Mobile catering trucks once specialized in preparing and selling quick foods sandwiches, burgers and tacos. These "restaurants on wheels" drive from location to location with a city, parking curbside (or in parking lots) to fix snacks and meals for customers. In the late 2000s, Los Angeles and other major cities saw an influx of gourmet and specialty catering trucks ready to feed hungry office workers and tourists with everything from Southern barbecue to Japanese food. Mobile kitchens in food trucks need to be more compact and efficient than ever to serve their growing customer base.
Tailor kitchen equipment to your food specialties. Every mobile catering truck has its own menu and special dishes. Some catering trucks serve Mexican food such as tacos. Other trucks sell a selection of freshly prepared and pre-wrapped sandwiches at lunch. Consider the quantity of frozen and non-perishable food the business uses on a daily basis and how much storage and preparation space you need. Food preparers will need an adequate working area, one not encumbered by too much equipment.
Guarantee that the kitchen has adequate electricity. The catering truck will need a constant supply of electricity to keep refrigerators and other appliances running. While you may be able to hook the truck up to power outlets at certain locations on your route, don’t assume this will always be the case. Purchase an electric or solar-powered generator to avoid black-outs.
Attach a water supply system. A mobile food truck needs a steady water supply to prepare food and beverages, clean utensils and other equipment, and allow employees to wash their hands when needed. Catering truck supply companies sell complete water systems, with sinks, for hand-washing and water holding, as well as a waste water tank with a drain for disposal. A hose to fill water tanks and wash down preparation areas is also necessary, as is a small water heater.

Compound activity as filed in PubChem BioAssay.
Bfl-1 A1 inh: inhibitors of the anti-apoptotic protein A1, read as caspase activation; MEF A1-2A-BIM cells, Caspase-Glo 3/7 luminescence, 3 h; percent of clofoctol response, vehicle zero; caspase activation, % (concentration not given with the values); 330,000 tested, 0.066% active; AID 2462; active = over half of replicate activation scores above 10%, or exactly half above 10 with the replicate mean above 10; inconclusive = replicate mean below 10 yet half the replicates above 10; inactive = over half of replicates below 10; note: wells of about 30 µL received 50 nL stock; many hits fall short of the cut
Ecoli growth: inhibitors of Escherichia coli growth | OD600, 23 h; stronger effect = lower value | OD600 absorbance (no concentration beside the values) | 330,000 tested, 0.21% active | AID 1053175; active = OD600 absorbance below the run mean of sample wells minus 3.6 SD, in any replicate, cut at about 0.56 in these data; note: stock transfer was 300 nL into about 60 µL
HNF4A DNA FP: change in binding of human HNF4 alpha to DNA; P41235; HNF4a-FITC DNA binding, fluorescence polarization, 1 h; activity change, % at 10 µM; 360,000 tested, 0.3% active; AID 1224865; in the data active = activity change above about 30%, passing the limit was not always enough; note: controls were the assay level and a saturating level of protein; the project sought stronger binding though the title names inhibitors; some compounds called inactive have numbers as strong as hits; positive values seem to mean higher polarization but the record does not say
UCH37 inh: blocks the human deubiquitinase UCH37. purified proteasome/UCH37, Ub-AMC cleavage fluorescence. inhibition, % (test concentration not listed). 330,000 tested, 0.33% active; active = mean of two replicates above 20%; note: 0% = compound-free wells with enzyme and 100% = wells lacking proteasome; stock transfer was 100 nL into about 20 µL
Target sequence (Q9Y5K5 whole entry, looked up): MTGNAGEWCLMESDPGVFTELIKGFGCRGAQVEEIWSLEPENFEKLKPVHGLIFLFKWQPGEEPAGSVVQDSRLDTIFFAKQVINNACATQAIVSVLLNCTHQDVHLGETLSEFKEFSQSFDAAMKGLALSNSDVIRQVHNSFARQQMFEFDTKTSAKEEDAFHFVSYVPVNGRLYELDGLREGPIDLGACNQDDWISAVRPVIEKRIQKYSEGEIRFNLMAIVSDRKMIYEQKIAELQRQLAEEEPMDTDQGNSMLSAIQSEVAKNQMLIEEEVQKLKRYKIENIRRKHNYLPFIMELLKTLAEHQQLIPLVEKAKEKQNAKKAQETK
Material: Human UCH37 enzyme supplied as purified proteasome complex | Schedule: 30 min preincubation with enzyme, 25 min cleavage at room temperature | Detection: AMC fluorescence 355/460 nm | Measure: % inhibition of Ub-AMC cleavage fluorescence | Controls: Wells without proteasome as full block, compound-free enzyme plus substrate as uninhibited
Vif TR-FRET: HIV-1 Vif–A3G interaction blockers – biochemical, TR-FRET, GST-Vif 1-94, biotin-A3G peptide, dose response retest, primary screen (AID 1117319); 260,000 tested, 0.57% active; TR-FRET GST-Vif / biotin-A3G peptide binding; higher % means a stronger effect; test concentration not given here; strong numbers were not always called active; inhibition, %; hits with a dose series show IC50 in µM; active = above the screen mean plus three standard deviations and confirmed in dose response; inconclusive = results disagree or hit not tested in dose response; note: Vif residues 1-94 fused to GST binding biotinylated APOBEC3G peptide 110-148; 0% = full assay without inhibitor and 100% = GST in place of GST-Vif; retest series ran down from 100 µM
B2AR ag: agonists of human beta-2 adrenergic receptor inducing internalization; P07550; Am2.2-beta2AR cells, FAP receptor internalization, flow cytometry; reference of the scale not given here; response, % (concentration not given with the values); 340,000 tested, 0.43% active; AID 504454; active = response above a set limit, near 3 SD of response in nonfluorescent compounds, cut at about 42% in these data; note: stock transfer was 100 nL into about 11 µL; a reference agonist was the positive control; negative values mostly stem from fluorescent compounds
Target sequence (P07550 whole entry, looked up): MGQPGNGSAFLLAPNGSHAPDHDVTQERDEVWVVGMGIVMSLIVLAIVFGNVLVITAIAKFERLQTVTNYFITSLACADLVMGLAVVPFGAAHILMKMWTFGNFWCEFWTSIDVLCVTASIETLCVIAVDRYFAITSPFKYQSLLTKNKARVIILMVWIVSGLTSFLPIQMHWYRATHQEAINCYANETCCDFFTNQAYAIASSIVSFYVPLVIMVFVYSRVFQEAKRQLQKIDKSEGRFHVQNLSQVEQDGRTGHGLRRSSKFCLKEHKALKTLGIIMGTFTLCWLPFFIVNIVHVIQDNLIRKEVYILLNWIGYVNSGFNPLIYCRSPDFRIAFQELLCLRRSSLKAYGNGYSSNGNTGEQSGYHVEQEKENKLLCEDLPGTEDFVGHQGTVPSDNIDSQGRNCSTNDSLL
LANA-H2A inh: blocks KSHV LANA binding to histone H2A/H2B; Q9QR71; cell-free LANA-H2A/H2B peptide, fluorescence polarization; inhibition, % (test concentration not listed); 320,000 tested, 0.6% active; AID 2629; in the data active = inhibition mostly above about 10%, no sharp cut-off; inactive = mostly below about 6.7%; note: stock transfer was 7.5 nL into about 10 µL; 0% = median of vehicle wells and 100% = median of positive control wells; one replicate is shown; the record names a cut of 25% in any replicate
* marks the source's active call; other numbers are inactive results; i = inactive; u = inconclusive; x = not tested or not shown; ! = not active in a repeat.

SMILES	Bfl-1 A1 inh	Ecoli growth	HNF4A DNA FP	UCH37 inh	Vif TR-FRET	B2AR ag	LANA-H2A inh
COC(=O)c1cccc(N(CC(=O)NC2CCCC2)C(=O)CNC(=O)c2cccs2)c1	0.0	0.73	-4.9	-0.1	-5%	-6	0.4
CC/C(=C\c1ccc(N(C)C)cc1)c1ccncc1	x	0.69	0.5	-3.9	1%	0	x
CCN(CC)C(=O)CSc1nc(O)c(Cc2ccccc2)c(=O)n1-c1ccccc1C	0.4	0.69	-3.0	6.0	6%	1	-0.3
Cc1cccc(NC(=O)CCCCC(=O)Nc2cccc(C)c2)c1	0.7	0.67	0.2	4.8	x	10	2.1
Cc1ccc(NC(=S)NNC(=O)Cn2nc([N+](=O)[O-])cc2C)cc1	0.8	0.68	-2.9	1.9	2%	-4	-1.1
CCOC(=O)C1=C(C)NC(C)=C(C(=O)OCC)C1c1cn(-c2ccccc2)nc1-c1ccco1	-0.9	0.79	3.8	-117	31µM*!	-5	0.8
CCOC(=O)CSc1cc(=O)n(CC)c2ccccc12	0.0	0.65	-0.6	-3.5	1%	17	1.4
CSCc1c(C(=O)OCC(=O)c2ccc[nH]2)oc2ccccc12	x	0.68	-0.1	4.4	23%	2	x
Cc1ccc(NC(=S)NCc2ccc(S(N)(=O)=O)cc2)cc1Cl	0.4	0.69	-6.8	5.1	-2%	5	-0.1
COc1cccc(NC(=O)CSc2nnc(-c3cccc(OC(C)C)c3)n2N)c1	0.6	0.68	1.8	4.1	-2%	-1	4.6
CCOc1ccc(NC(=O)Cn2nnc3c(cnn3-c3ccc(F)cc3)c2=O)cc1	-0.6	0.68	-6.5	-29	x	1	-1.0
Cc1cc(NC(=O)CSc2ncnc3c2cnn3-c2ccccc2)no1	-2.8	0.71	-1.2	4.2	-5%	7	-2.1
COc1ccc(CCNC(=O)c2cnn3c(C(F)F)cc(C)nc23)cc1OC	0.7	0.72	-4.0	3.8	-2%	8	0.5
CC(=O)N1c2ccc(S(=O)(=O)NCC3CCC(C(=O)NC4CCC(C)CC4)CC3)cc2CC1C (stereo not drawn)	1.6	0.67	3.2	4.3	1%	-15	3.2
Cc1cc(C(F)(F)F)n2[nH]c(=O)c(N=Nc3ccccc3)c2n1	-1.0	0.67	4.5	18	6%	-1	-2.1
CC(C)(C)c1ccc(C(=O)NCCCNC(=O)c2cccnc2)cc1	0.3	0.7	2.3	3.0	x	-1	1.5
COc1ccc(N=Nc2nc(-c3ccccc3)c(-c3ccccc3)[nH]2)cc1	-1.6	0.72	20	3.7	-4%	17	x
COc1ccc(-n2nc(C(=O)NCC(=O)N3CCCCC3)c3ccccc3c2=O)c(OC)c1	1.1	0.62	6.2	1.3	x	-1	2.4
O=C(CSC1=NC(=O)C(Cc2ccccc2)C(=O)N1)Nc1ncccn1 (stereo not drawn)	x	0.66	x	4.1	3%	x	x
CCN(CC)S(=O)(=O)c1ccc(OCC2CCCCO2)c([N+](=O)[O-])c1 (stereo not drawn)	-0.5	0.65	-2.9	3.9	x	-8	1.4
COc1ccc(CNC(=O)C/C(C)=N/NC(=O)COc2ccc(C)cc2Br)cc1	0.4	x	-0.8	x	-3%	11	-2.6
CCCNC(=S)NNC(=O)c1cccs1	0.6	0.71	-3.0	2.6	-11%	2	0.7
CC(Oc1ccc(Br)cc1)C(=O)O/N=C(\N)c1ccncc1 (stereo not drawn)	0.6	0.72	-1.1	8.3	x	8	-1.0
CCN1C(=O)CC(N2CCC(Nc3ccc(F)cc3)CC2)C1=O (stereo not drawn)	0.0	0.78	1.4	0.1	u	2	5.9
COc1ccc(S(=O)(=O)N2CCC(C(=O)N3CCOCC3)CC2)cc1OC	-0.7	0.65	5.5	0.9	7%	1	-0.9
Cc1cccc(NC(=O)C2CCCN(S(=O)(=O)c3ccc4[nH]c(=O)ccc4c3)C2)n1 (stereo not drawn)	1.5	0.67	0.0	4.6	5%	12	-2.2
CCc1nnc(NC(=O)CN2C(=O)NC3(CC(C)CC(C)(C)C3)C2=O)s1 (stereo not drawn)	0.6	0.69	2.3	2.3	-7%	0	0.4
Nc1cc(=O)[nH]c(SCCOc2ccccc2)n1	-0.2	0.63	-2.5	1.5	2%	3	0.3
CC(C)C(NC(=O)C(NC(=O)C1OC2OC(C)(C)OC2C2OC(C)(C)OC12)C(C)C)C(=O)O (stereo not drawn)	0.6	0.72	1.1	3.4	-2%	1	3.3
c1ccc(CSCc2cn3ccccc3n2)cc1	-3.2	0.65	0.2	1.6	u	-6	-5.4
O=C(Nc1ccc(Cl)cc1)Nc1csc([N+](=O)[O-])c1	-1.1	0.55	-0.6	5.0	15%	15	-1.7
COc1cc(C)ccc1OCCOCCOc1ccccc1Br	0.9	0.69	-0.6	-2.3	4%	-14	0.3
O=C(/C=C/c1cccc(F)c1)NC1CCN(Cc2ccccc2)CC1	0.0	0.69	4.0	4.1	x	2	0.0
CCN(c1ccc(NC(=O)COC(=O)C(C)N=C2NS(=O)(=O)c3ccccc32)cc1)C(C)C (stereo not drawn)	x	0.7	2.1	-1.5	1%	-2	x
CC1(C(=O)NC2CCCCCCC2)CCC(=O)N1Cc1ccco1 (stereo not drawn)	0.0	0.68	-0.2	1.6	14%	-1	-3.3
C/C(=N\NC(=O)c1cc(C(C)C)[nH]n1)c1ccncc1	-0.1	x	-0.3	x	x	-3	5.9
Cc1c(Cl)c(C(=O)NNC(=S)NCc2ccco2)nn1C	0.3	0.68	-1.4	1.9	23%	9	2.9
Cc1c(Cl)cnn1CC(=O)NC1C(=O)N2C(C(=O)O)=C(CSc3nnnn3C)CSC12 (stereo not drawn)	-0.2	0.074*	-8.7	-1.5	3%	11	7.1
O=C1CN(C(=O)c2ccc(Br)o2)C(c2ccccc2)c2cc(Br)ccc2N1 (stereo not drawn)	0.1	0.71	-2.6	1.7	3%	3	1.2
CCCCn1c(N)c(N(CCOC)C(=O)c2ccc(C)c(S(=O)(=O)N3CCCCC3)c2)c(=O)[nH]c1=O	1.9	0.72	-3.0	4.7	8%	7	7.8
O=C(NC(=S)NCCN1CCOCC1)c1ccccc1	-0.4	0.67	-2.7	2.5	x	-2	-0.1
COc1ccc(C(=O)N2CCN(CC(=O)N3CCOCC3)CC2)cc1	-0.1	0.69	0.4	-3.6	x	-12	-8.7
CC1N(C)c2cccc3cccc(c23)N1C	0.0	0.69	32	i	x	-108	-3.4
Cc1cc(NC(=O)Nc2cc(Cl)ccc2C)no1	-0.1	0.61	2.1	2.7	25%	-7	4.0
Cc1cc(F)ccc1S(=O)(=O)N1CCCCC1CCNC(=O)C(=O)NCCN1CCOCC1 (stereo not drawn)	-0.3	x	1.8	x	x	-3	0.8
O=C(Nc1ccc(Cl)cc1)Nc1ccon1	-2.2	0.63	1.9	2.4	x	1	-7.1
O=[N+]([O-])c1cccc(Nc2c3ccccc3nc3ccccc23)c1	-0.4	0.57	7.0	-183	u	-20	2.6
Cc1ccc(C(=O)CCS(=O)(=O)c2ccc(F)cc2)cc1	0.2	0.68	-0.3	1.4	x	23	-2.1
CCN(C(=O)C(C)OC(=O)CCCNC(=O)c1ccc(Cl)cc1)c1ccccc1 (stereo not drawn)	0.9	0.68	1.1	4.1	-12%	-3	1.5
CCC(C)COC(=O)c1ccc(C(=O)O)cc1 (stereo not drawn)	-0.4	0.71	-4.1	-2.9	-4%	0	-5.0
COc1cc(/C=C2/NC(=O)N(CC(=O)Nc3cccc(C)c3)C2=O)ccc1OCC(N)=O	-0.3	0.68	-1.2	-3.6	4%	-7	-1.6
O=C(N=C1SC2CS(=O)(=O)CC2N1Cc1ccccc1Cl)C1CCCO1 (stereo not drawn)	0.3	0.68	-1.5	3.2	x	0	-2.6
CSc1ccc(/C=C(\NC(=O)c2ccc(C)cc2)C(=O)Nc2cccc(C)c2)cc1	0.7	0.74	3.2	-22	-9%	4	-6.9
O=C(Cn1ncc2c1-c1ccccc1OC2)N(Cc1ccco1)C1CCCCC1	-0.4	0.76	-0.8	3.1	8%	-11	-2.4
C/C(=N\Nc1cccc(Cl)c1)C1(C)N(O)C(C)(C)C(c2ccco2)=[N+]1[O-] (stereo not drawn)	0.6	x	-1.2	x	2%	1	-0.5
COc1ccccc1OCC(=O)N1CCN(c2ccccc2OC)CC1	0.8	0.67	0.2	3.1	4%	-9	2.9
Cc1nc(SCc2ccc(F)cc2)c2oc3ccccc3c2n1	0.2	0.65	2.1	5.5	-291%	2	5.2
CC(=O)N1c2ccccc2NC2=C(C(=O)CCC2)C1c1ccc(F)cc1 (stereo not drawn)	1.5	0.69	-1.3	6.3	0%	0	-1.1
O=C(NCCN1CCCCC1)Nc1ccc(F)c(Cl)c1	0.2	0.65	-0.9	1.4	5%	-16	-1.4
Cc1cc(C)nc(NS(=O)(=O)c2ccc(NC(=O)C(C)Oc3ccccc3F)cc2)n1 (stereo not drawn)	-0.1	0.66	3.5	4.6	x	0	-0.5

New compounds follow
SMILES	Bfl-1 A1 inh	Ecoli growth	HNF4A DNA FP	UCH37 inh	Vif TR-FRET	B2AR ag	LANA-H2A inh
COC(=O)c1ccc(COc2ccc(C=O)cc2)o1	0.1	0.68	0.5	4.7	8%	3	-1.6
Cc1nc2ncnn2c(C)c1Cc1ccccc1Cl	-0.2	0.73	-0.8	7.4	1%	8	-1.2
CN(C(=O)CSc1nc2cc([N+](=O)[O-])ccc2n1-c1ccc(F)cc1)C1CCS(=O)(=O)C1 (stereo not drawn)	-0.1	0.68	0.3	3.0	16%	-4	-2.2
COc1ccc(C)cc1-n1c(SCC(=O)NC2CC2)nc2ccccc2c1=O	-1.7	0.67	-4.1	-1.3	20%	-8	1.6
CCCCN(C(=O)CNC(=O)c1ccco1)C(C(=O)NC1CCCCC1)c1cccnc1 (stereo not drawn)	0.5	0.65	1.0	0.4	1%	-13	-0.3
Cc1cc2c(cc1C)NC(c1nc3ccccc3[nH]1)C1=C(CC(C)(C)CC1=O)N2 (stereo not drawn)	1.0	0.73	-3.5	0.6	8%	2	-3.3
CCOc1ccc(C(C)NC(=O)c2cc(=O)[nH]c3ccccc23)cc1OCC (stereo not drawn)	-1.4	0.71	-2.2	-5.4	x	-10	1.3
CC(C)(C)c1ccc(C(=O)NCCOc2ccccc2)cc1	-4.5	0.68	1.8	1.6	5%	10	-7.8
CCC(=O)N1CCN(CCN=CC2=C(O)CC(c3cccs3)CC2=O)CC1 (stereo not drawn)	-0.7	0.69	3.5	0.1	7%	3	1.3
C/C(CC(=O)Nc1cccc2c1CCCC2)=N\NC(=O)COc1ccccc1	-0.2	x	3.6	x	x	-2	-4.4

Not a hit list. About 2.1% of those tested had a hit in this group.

Purchase proper refrigeration units. Stainless steel refrigerators and freezers keep food chilled until ready for use. Place a thermometer on all freezer or refrigeration units to ensure that food is chilled at an adequate temperature to prevent spoilage and food-borne illnesses.
Incorporate gas burners to prepare hot food. Some mobile catering trucks come equipped with broilers, grills and hot plates to prepare hamburgers, hot sandwiches and other foods. Exhaust fans and hoods, grease traps, disposal units and fire extinguishers are needed for maintenance and fire prevention. The mobile truck may also come with propane tanks and a gas shutoff valve to provide heat for cooking meals.
Outfit the catering truck kitchen with miscellaneous equipment. This can include an ice bin to keep drinks cold, a fountain beverage dispenser and cabinets in which to keep paper goods, aluminum foil, plastic utensils and other supplies. You may choose to add a small electronic cash register near the mobile truck window to make cash transactions run more smoothly.
Abide by the rules and regulations for mobile catering trucks in your state. Inquire about necessary licenses or permits at your local Health Department office.
- The Fun Times Guide: How to Start a Food Catering Truck Business
- Mobile Catering Business: Concession Trailer, Vending Cart, Lunch Truck Business Information Center
- Catering Truck: Frequently Asked Questions
- Startupbizhub: How to Start a Mobile Catering Business
- Los Angeles Times: Food trucks are rolling into the mainstream
Marianne Moro is a copywriter and journalist based in Hollywood. She has been writing professionally since 1999, specializing in home remodeling, interior decorating, pets, travel and holistic health. Moro was a part-time editor and contributing writer for Remodeleze.com, a home remodeling and decorating website, and has also contributed to the Cutting Chair and Entertainment Today.